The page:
Translational science comprises studies conducted to apply medical knowledge and innovative technologies developed in basic research in real-world settings for the prevention, diagnoses, and treatment of diseases. Translational medicine is challenging and requires input from individuals with multiple areas of expertise. Thus, programs designed to train young researchers who wish to work in drug development are needed. Here, we report the establishment of an intensive training program, called the Translational Science and Medicine Training Program (TSMTP), which provides training for young researchers in academia and pharmaceutical companies and staff members at industrial, academic, or governmental agencies throughout Japan. TSMTP disseminates information on the latest technology used by the National Center for Advancing Translational Sciences (NCATS) at the US National Institutes of Health (NIH). Through this program, young researchers can receive an overview of drug development from instructors who are experts in each step of the process, allowing them to apply this knowledge for future research.
In 2014, the Kyushu University Center for Clinical and Translational Research (CCTR) established a program to develop collaborations and harmonization strategies for translational science in the Asia-Pacific region. The program utilized connections between academia, industry and government in Japan to act as hosts to talented medical innovators who can contribute to developing new innovations in the region. The CCTR called 51 participants from ten Asia-Pacific countries to take part in an intensive program to visit facilities on the front line of medical innovation in Japan so that they may take the knowledge back to their countries and make fruitful collaborations between their institutions and Japan counterparts.
Drug repurposing is being actively pursued as a cost- and time-efficient drug discovery and development strategy. We proposed a new public-private partnership model for drug repurposing that involves academic institutions, government, investors, pharmaceutical and biotech companies. The model initially identifies promising hypothesis based on information of pharma assets on shelves, and proves the hypothesis in early clinical settings through academic and industry collaborations. We are currently developing multiple clinical assets including ART-001, a novel PI3Kα inhibitor for complex vascular malformations, based on this strategy to prove the model as a highly productive drug discovery and drug development framework.
Tensin 2 (TNS2) is a focal adhesion-localized multidomain protein expressed in various tissues. TNS2 expression significantly decreases in many tumor cell lines, and low TNS2 expression is associated with a poorer relapse-free survival in some cancers, suggesting that the loss of TNS2 may be related to tumor progression. Deregulation of Wnt/β-catenin signaling is frequently observed in colorectal cancer. In the present study, we found that TNS2 negatively regulated Wnt signaling by suppressing the nuclear translocation of β-catenin by reducing integrin-linked kinase (ILK) activity in colon cancer cell lines. To investigate the role of TNS2 in intestinal tumorigenesis in vivo, we introduced Tns2 mutation into ApcMin/+ mouse, a model of human familial adenomatous polyposis. The compound mutant mice showed a significant increase in tumor number and size in the small intestine and colon. Thus, this study may contribute to the discovery of novel mechanisms underlying cancer malignancy, and pave the way for the development of treatment strategies for intestinal cancers.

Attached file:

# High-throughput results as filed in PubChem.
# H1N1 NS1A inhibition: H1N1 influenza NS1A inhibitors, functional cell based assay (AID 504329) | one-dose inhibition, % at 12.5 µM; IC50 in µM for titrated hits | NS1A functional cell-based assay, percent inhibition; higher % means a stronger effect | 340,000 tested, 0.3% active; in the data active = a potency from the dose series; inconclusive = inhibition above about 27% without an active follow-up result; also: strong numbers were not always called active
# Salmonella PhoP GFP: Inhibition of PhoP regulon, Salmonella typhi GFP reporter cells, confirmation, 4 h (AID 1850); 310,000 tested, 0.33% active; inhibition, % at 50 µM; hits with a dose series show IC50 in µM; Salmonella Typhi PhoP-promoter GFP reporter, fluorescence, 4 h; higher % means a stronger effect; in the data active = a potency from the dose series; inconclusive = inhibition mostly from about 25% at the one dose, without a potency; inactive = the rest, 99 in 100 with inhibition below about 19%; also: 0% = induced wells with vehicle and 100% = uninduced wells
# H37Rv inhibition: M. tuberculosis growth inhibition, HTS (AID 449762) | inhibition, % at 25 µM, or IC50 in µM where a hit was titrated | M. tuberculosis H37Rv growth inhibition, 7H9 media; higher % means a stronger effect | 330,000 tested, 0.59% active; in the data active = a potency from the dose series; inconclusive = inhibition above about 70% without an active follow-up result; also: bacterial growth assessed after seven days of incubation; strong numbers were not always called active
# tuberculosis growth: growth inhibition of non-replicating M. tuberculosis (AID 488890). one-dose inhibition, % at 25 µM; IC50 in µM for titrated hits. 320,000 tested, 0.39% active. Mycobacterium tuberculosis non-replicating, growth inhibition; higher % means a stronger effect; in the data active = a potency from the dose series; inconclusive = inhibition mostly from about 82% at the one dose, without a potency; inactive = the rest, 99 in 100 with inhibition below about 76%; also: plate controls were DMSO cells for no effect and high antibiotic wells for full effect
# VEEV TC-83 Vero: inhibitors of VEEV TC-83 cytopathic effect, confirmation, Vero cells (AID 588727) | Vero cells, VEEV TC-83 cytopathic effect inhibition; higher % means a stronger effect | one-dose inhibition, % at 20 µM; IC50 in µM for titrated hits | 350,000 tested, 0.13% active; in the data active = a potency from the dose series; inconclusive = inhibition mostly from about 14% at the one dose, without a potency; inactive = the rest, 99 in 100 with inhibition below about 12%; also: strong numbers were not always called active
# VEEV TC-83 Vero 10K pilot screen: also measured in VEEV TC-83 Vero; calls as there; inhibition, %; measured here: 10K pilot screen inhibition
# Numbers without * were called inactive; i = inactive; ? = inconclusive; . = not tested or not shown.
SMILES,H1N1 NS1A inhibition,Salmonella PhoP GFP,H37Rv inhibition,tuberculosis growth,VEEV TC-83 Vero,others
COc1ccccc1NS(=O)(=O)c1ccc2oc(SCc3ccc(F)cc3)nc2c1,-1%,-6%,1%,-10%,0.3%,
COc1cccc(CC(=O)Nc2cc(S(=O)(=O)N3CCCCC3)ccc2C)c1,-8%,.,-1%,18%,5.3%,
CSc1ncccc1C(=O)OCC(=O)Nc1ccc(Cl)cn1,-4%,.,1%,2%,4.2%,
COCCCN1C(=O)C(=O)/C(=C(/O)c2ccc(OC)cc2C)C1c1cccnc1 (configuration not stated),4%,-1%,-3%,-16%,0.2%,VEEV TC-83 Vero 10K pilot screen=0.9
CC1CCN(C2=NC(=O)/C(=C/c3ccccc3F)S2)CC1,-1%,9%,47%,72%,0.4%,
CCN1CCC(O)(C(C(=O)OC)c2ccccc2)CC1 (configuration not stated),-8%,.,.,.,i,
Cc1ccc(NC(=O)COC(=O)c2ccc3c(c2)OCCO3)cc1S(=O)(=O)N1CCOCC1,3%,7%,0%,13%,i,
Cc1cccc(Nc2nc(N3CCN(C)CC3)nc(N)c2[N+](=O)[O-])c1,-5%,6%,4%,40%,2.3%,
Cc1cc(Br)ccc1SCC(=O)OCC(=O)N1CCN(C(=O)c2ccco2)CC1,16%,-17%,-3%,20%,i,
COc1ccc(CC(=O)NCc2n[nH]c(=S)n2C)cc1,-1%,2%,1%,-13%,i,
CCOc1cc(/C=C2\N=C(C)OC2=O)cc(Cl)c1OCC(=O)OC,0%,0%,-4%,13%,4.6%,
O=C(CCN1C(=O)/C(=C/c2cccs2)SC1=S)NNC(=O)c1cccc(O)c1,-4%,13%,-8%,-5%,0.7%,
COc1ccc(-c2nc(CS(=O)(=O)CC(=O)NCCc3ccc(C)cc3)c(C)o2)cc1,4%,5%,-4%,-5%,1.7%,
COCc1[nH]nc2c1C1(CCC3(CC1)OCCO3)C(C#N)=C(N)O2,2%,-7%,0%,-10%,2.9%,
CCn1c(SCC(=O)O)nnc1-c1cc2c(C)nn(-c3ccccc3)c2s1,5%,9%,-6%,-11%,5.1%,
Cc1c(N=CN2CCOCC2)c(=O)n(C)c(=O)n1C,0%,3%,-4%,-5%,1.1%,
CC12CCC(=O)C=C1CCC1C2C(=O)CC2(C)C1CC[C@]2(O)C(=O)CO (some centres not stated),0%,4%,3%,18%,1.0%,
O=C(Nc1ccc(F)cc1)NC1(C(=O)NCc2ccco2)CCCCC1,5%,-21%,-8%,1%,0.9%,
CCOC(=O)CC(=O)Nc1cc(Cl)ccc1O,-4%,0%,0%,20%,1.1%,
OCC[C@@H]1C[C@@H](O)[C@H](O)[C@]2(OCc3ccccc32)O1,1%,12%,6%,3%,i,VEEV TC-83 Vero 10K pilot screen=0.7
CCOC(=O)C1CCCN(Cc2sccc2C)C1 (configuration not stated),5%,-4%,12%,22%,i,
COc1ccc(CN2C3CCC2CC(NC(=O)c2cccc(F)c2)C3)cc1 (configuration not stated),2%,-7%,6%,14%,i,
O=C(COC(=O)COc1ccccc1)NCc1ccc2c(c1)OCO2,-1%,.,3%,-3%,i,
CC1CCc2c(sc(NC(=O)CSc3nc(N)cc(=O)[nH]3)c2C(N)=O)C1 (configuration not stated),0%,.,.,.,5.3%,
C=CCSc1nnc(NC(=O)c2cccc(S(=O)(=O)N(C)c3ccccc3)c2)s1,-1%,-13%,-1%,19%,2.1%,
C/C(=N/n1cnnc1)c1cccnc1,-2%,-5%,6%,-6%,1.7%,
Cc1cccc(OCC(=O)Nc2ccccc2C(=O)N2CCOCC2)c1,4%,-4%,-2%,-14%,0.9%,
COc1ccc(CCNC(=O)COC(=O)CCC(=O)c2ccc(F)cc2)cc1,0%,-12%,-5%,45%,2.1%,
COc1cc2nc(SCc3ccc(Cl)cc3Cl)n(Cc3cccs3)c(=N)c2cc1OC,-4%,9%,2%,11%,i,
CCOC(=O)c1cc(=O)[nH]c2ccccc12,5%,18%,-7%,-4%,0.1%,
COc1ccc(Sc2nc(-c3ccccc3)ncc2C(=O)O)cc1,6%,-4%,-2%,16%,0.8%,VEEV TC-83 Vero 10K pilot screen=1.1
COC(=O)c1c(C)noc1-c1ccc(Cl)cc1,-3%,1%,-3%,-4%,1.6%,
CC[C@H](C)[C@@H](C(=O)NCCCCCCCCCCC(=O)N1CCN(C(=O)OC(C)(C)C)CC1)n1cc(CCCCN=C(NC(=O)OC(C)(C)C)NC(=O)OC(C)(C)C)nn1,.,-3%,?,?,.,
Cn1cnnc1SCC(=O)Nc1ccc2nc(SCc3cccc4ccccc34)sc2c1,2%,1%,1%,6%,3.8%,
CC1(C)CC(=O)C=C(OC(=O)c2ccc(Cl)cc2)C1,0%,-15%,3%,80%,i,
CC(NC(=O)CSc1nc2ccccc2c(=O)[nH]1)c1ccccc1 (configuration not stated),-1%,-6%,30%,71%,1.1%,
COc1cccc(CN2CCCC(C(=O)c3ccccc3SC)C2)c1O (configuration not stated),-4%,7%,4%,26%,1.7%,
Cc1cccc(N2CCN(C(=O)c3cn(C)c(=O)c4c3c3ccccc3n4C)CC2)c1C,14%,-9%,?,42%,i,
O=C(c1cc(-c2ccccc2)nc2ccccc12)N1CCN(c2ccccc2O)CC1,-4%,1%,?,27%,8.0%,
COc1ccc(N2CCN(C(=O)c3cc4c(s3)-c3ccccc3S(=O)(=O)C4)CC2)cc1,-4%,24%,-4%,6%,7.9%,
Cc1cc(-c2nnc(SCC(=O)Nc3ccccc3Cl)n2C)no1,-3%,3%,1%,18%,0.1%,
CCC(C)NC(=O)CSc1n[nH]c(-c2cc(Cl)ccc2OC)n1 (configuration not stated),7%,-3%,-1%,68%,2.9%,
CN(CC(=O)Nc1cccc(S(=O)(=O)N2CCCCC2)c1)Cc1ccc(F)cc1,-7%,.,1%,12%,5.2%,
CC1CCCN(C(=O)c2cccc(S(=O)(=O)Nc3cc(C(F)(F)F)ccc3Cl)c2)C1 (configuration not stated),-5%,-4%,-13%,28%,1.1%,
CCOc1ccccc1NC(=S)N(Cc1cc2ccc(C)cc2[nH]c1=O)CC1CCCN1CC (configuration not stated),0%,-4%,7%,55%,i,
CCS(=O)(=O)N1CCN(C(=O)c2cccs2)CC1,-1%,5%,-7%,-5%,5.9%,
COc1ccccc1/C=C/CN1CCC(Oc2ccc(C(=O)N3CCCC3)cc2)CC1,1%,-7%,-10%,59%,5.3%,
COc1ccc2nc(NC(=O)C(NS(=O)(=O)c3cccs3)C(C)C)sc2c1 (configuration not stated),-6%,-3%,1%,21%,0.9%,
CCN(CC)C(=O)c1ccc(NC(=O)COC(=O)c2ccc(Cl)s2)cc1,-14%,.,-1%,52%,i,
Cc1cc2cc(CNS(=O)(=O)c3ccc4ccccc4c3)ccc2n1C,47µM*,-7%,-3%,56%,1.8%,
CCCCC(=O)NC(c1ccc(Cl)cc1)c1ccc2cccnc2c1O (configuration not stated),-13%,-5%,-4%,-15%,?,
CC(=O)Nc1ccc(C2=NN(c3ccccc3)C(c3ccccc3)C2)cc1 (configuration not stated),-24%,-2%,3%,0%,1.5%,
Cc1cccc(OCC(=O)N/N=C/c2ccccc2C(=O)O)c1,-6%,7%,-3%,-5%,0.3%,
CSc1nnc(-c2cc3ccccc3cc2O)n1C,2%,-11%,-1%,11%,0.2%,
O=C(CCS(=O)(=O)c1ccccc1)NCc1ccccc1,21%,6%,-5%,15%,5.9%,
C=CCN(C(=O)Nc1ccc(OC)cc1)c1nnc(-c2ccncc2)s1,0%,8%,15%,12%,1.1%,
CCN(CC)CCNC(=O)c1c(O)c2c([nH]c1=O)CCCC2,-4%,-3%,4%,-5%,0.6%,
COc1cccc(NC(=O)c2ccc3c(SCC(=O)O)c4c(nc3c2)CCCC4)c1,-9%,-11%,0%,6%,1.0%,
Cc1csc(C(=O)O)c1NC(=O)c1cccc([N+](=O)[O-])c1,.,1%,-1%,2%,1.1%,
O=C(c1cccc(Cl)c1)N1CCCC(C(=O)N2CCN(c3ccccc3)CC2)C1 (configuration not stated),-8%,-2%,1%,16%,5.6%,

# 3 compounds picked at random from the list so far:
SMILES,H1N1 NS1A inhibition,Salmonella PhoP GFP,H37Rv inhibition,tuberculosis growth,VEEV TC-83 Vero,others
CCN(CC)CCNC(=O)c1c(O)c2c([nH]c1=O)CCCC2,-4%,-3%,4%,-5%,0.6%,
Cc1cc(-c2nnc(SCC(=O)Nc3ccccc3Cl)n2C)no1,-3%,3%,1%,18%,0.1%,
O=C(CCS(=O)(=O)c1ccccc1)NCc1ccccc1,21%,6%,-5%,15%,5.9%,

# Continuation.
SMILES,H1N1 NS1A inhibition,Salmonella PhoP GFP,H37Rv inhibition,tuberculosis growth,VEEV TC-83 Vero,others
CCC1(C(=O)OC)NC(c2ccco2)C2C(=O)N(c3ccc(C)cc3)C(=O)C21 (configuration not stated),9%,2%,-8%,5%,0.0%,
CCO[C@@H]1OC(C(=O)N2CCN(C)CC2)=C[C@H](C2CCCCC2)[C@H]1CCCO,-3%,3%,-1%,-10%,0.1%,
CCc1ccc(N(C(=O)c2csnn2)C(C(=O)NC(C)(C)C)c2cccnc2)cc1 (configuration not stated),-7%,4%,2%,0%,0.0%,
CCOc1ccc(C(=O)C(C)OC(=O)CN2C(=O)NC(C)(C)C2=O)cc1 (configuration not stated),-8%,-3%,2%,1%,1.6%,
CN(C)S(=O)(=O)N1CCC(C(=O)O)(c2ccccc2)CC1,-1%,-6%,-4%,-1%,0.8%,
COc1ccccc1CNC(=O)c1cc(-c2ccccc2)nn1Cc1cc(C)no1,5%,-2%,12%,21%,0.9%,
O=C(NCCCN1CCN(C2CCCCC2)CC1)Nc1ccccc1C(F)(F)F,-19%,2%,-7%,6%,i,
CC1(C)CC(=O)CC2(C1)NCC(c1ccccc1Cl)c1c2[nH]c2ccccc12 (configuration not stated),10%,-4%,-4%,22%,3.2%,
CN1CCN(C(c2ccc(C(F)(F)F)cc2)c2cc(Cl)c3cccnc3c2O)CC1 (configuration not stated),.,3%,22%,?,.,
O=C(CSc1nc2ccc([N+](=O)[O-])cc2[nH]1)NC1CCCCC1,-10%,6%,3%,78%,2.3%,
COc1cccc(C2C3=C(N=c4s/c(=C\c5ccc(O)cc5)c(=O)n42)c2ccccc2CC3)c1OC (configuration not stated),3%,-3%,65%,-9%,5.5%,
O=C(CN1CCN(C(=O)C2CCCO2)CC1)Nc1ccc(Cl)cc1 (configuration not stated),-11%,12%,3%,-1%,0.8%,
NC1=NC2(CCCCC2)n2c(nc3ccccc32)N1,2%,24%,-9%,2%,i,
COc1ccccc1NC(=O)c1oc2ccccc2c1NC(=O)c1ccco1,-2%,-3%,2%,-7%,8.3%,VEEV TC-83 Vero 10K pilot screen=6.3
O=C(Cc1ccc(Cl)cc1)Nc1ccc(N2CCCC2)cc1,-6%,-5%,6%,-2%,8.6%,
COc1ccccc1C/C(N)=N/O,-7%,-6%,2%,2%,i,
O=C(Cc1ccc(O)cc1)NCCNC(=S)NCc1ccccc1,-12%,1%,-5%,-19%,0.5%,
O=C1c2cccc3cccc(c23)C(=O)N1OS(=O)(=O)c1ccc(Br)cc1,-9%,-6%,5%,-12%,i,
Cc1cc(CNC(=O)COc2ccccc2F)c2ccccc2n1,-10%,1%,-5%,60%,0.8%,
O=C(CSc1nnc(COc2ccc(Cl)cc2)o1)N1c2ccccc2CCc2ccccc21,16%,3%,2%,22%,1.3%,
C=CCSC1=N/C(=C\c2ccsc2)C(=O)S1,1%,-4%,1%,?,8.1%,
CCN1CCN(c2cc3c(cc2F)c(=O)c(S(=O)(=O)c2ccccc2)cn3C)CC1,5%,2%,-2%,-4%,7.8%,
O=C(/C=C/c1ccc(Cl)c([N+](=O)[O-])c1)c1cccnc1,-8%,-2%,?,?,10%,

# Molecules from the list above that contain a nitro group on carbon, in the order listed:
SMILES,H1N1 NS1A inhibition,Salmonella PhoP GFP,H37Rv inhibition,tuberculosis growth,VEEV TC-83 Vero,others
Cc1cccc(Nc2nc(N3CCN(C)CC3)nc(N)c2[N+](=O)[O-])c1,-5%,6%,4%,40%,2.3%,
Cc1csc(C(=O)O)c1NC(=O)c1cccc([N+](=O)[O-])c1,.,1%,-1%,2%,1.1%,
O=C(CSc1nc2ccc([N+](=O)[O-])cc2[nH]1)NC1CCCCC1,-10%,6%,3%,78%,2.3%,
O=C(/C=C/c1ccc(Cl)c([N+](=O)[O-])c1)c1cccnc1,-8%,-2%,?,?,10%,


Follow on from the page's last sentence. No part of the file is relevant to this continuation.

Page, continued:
In this review, I have discussed current issues related to risk assessments of developmental and reproductive toxicities during the use of pharmaceuticals in pregnant women or women of childbearing potential. Owing to the lack of empirical information on the use of pharmaceuticals (including those approved for the market) in pregnant women, the toxicity of these drugs has been generally evaluated in animal studies. In the case of embryo-fetal developmental (EFD) toxicity, in particular, testing of small-molecule pharmaceuticals in animals (namely rodents and rabbits) is required. The body of research in animal studies affords us an opportunity to explore numerous topics in regulatory science research. However, there are three major issues: risk communication, use of animals, and reduction or deferral of EFD toxicity studies for the development of human pharmaceuticals. Although regulatory science research may not be necessary for some topics, it would contribute to the reduction or replacement of testing in animals. It is hoped that regulatory science research in this field will proceed rapidly, with the goal of safe use of pharmaceuticals for women.